Irreversible pulpitis[edit]

This is the condition where the pulp is irreversibly damaged. The pulp can not recover from the insult and damage. For example, decay that has reached the pulp of the tooth introduces bacteria into the pulp. The pulp is still alive, but the introduction of bacteria into the pulp will not allow the pulp to heal and it will ultimately result in necrosis, or death, of the pulp tissue.[6]

Symptoms associated with irreversible pulpitis may include dull aching, pain from hot or cold (though cold may actually provide relief) lingering pain after removal of a stimulus, spontaneous pain, or referred pain.[19][20]

Clinical signs may include reduced response to electronic pulp testing and painful response to thermal stimuli.[19] Today electronic pulp testers are rarely used for diagnosis of the reversibility of pulpitis due to their unreliable nature. Instead they should only be used to test the vitality of teeth.

The pulp of a tooth with irreversible pulpitis may not be left alone to heal. That is at least the general viewpoint of the dental profession, and not every dentist would agree that a dead tooth must be treated. No statistics are known but it is possible to have a trouble-free tooth after irreversible pulpitis, albeit a dead tooth. The tooth may be endodontically treated whereby the pulp is removed and replaced by gutta percha. An alternative is extraction of the tooth. This may be required if there is insufficient coronal tissue remaining for restoration once the root canal therapy has been completed.[6]

References[edit]

  1. ^ Pulpitis - Overview
  2. ^ "Pulpitis". The Aberdeen. 17 September 2003. p. 3. Retrieved 4 September 2009. [dead link]
  3. ^ Michaelson PL. Holland GR. Is pulpitis painful? International Endodontic Journal. 35:829-32. Oct. 2002.
  4. ^ Kakehashi S, Stanley HR, Fitzgerald RJ. The effects of surgical exposures of dental pulps ingerm-free and conventional laboratory rats. Oral Surg Oral Med Oral Pathol 1965:20:340-9.
  5. ^ Hargreaves, KM. Goodis, HE. Seltzer and Bender's Dental Pulp. Quintessence, 2002.
  6. ^ a b c d Torabinejad, M. Walton, RE. Endodntics: Principles and Practice. 4th Edition. Elsevier Health Sciences, March 2008.
  7. ^ a b c d Byers, M. R., Suzuki, H. and Maeda, T. (2003), Dental neuroplasticity, neuro-pulpal interactions, and nerve regeneration. Microsc. Res. Tech., 60: 503–515.
  8. ^ a b c d Hahn CL. Liewehr FR. Innate immune responses of the dental pulp to caries. Journal of Endodontics. 33:643-51, 2007 Jun.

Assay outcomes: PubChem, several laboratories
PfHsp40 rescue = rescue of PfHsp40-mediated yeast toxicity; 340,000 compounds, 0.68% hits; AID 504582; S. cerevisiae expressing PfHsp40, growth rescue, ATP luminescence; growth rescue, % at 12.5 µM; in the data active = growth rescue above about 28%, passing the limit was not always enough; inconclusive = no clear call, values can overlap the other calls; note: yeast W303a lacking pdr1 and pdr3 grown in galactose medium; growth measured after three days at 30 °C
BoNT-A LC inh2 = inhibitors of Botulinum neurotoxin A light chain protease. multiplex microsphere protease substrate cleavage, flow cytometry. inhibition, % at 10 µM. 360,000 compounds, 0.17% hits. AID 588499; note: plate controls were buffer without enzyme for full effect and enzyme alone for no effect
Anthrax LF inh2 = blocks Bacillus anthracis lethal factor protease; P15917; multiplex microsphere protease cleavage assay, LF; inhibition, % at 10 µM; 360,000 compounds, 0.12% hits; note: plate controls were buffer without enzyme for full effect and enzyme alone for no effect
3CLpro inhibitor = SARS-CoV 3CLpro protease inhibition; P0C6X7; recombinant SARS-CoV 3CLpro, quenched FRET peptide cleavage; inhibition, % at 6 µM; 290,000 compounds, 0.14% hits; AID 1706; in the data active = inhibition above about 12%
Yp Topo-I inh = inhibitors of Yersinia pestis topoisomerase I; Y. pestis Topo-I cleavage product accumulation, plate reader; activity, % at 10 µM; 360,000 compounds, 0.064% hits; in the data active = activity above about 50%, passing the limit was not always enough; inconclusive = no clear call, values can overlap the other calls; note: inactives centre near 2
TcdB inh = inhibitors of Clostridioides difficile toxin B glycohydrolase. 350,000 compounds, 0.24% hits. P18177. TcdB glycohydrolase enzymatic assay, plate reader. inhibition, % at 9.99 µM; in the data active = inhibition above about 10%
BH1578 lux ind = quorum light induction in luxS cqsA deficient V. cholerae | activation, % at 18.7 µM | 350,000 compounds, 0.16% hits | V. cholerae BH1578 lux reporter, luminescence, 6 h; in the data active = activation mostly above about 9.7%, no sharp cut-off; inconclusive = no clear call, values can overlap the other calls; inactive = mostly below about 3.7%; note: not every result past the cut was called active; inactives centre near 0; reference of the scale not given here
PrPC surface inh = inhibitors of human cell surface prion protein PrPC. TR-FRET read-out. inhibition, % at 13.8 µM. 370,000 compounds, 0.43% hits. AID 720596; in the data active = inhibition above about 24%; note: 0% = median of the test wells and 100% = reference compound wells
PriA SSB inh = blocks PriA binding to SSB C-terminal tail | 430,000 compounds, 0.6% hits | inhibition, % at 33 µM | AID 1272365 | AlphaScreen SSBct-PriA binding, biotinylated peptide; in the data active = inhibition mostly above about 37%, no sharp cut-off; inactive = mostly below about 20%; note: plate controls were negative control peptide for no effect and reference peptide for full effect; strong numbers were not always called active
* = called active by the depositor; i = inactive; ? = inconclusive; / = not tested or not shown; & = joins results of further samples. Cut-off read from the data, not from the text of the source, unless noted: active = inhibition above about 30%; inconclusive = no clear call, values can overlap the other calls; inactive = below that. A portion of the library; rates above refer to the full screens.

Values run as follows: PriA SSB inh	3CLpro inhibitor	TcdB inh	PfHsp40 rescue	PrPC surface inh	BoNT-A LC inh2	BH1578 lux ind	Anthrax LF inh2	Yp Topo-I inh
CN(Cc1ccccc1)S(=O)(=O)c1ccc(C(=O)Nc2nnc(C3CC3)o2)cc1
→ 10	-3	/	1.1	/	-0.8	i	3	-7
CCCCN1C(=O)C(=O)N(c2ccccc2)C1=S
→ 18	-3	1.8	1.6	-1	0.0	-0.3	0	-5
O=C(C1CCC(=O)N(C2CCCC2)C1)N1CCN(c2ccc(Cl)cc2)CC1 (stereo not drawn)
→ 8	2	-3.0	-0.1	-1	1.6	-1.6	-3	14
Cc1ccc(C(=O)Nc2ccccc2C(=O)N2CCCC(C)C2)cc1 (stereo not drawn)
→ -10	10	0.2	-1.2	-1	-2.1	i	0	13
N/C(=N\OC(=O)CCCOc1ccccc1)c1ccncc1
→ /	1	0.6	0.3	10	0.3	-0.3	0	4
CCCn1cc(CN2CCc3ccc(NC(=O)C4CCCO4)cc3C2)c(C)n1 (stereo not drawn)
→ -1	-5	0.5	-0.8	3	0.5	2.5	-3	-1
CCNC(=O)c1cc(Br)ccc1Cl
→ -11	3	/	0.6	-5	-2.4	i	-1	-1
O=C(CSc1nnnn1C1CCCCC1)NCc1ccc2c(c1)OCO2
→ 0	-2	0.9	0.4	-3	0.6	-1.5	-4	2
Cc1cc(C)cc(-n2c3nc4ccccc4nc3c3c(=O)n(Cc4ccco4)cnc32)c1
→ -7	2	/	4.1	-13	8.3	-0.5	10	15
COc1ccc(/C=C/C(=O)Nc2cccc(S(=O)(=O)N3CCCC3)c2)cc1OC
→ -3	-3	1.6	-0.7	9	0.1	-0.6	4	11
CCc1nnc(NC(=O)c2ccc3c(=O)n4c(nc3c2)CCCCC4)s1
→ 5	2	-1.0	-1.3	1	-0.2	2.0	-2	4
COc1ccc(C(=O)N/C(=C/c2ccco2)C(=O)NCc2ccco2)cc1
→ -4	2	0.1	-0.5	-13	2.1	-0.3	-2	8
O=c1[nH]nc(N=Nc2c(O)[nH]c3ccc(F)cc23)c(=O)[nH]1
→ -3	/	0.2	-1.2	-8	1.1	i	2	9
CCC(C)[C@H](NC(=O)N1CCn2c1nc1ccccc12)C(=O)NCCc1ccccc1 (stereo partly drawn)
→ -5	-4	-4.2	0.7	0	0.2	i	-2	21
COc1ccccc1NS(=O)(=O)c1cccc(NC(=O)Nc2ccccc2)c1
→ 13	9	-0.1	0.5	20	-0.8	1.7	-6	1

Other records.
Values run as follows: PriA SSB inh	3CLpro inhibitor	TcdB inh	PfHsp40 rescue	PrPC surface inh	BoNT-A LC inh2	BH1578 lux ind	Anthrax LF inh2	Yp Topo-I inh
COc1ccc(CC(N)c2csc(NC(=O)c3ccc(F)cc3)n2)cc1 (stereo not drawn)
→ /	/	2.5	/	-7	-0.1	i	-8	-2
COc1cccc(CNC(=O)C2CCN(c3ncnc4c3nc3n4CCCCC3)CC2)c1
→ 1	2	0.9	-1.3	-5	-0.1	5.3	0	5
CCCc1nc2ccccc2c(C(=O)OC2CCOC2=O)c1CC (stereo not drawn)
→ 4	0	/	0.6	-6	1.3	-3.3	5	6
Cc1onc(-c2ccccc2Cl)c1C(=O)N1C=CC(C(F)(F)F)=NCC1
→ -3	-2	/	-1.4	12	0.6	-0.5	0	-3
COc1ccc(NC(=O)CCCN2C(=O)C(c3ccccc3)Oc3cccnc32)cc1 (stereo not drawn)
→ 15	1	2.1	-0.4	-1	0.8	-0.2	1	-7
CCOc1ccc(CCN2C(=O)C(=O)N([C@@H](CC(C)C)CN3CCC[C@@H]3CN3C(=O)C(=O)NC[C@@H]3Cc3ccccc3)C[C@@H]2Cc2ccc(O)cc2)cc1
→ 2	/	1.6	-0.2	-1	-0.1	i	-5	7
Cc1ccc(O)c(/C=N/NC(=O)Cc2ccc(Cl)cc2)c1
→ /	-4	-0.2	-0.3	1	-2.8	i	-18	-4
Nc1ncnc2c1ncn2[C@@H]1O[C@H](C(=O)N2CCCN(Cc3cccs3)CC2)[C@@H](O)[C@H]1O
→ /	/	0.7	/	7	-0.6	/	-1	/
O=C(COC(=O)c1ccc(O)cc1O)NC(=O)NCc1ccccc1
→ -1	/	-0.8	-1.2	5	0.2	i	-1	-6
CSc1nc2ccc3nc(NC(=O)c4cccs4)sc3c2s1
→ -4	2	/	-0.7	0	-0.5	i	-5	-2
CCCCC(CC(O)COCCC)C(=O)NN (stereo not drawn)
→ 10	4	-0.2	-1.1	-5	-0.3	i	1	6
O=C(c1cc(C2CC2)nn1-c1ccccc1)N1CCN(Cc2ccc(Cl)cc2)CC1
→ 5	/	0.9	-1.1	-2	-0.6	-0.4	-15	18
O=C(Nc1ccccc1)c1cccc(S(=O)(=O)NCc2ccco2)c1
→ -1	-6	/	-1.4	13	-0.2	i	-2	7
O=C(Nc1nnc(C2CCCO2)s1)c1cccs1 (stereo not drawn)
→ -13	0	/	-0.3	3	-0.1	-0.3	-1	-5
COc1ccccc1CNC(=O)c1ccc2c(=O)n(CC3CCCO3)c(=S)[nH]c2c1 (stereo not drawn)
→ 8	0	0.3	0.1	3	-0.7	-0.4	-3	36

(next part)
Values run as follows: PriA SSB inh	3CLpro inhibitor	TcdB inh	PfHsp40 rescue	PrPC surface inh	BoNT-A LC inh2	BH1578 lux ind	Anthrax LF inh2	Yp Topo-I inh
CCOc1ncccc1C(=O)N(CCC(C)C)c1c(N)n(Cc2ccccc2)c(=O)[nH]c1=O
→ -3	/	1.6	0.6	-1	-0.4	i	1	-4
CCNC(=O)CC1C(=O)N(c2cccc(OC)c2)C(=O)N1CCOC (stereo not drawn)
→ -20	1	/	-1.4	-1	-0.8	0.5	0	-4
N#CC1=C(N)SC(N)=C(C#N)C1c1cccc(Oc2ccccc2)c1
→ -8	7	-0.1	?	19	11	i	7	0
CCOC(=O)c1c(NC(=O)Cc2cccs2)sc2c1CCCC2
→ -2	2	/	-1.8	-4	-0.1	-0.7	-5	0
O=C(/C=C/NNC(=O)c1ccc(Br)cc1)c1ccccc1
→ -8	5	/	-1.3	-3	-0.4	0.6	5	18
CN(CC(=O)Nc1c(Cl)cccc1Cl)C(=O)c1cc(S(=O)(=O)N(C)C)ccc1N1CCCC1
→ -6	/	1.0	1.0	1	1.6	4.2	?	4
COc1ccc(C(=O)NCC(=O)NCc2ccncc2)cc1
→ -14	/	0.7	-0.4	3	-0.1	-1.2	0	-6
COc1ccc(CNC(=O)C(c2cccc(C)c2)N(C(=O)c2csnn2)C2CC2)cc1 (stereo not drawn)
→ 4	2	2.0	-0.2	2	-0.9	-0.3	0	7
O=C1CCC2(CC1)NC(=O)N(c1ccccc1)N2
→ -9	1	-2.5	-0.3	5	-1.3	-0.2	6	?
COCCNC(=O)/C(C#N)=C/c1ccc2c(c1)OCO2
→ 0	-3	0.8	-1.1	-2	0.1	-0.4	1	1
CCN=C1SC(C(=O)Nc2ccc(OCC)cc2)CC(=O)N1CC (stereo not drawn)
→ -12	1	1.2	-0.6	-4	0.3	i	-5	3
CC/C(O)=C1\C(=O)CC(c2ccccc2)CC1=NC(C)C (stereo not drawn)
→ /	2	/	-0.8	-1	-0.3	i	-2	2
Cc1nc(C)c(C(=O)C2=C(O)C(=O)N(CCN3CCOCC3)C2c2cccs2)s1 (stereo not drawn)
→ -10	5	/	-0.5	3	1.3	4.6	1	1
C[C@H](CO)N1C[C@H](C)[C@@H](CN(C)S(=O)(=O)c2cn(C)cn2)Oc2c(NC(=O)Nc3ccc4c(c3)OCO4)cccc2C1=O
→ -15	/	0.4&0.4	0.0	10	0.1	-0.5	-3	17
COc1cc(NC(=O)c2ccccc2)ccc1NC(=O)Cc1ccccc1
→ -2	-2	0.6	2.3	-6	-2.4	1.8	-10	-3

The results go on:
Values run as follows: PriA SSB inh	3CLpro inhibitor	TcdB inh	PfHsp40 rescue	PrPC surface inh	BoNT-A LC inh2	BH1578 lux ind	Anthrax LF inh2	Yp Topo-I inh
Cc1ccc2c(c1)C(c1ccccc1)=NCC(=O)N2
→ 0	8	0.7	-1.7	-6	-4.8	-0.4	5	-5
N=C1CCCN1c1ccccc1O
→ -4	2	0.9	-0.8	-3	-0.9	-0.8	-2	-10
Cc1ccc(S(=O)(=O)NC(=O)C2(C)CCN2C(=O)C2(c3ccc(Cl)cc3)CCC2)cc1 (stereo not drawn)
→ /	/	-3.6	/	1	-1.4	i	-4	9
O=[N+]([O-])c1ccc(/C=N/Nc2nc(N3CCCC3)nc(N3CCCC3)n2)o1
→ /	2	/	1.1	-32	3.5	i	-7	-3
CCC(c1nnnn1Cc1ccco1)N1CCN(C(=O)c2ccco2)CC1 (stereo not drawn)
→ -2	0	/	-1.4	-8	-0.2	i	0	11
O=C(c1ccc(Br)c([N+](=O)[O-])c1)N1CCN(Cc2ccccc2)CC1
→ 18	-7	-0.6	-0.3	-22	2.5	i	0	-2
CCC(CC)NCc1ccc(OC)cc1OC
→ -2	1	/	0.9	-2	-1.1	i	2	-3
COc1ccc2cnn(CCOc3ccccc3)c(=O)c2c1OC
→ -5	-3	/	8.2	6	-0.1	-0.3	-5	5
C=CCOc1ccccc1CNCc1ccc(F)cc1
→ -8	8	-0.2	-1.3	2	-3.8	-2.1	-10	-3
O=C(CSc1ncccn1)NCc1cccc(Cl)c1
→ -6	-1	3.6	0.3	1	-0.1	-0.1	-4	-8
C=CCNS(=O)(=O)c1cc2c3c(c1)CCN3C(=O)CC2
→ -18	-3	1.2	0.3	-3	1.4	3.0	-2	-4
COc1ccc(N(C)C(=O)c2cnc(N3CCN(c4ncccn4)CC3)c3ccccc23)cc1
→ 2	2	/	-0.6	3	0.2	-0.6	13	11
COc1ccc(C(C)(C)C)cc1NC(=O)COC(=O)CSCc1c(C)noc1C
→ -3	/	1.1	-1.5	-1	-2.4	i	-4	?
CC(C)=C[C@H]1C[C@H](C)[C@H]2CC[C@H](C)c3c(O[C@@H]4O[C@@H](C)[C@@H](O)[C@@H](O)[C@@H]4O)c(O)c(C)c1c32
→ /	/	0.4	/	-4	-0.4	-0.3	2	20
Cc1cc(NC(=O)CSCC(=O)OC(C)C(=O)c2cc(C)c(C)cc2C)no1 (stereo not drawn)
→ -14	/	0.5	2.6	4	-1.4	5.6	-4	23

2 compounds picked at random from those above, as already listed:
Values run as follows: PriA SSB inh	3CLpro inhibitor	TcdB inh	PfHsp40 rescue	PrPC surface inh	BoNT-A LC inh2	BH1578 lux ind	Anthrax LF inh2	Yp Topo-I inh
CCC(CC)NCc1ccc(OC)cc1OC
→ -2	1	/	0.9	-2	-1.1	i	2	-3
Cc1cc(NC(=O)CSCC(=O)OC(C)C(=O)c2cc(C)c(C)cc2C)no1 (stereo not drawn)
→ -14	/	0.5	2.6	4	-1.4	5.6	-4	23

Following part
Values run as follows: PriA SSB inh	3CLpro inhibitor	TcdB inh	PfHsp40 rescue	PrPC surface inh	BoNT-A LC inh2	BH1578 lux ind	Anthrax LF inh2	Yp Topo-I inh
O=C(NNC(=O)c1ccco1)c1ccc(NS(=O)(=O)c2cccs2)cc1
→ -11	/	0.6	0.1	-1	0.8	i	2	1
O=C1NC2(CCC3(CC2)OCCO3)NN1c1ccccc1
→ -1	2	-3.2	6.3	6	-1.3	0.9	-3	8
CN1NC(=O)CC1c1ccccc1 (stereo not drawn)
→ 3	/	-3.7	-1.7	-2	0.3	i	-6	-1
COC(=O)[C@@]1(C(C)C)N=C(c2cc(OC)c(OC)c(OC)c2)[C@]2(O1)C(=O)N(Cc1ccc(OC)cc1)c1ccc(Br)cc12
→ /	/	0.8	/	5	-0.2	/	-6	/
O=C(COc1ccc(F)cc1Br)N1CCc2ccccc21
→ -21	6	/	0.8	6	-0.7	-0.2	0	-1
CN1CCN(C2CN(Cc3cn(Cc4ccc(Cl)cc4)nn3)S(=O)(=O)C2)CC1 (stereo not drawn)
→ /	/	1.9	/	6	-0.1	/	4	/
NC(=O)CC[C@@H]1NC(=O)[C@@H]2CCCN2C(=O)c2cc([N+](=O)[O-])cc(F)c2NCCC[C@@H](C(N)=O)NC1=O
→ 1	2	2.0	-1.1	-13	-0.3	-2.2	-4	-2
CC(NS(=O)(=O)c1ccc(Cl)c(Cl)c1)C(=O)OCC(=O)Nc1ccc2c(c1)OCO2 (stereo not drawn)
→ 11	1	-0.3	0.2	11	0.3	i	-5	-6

9. ^ Hahn CL. Liewehr FR. Relationships between caries bacteria, host responses, and clinical signs and symptoms of pulpitis. Journal of Endodontics. 33:213-9, 2007 Mar.
  10. ^ Hahn,Cl. Liewher Fr.Update on the adaptive immune responses of the dental pulp. Journal of Endodontics. 33:773-81. 2007 Jul.
  11. ^ a b Hahn, Cl. Liewher Fr. Update on the adaptive immune responses of the dental pulp. Journal of Endodontics. 33:773-81. 2007 Jul.
  12. ^ a b Hargreaves, KM. Goodis, HE. Seltzer and Bender's Dental Pulp. Quintessence, 2002
  13. ^ a b c d Eugene Chen and Paul V. Abbott, "Dental Pulp Testing: A Review," International Journal of Dentistry, vol. 2009, Article ID 365785, 12 pages, 2009.
  14. ^ Närhi M, Jyväsjärvi E, Virtanen A, Huopaniemi T, Ngassapa D, Hirvonen T. Role of intradental A- and C-type nerve fibres in dental pain mechanisms. Proc Finn Dent Soc. 1992;88 Suppl 1:507-16. Review.
  15. ^ a b Paola Sacerdote and Luca Levrini, "Peripheral Mechanisms of Dental Pain: The Role of Substance P," Mediators of Inflammation, vol. 2012, Article ID 951920, 6 pages, 2012.
  16. ^ Michael A Henry, et al, Unmyelinated nerve fibers in the human dental pulp express markers for myelinated fibers and show sodium channel accumulations, Neuroscience, Volume 169, Issue 4, 15 September 2010, Pages 1881-1887, ISSN 0306-4522, 10.1016/j.neuroscience.2010.06.044.
  17. ^ Eugene Chen and Paul V. Abbott, "Dental Pulp Testing: A Review," International Journal of Dentistry, vol. 2009, Article ID 365785, 12 pages, 2009.
  18. ^ a b Lin, J. and Chandler, N. P. (2008), Electric pulp testing: a review. International Endodontic Journal, 41: 365–374.
  19. ^ a b c David A. Mitchell, Laura Mitchell: Oxford Handbook of clinical dentistry. 4th Edition. Oxford University Press, 2005. p260
  20. ^ American Association of Endodontists www.aae.org